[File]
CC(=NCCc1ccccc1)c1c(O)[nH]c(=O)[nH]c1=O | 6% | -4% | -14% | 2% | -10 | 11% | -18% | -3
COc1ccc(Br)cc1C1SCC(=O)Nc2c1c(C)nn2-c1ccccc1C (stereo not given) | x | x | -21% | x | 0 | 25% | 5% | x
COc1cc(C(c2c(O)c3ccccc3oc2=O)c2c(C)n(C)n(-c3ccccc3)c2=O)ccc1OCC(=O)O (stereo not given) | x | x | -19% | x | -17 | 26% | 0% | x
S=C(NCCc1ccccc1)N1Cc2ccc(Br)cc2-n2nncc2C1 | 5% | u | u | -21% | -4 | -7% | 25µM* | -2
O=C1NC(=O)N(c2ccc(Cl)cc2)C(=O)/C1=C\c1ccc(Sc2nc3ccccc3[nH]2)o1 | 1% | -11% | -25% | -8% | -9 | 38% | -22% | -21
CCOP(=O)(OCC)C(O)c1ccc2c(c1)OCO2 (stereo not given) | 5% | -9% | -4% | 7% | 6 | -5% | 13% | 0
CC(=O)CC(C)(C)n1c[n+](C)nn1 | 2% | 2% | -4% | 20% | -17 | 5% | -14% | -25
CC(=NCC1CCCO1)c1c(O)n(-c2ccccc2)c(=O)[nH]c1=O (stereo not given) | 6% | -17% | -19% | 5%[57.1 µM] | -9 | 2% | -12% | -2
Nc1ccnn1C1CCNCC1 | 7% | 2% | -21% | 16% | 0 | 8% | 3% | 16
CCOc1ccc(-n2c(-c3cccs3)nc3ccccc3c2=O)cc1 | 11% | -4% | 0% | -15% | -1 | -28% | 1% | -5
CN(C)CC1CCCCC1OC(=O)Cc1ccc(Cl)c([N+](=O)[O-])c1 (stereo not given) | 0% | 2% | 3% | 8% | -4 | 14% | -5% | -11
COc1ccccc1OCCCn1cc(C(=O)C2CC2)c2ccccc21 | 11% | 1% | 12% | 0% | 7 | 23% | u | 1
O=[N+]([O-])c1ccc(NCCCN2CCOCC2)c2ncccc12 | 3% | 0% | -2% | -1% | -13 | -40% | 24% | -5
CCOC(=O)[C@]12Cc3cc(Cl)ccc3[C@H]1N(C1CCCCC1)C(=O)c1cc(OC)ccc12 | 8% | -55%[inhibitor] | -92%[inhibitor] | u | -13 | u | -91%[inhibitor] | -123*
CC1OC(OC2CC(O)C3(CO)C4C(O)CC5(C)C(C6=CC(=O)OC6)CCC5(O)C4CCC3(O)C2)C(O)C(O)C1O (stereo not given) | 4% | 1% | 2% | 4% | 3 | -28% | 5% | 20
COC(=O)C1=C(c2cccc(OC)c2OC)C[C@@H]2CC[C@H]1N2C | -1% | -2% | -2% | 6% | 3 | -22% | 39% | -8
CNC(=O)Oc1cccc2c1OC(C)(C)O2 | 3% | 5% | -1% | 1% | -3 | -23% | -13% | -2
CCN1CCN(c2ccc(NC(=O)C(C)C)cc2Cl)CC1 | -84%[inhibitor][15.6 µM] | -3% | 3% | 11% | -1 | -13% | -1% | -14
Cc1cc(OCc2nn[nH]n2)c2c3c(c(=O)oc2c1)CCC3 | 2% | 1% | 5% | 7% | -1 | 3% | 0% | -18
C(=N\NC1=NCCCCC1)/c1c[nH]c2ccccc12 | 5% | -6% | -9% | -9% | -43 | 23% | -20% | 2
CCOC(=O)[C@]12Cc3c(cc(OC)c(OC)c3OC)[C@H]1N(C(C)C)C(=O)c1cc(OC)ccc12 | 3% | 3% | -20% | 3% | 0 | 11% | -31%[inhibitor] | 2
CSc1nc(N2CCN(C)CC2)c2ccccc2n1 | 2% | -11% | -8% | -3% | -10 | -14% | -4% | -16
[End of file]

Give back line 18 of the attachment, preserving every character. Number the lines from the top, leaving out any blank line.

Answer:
CCN1CCN(c2ccc(NC(=O)C(C)C)cc2Cl)CC1 | -84%[inhibitor][15.6 µM] | -3% | 3% | 11% | -1 | -13% | -1% | -14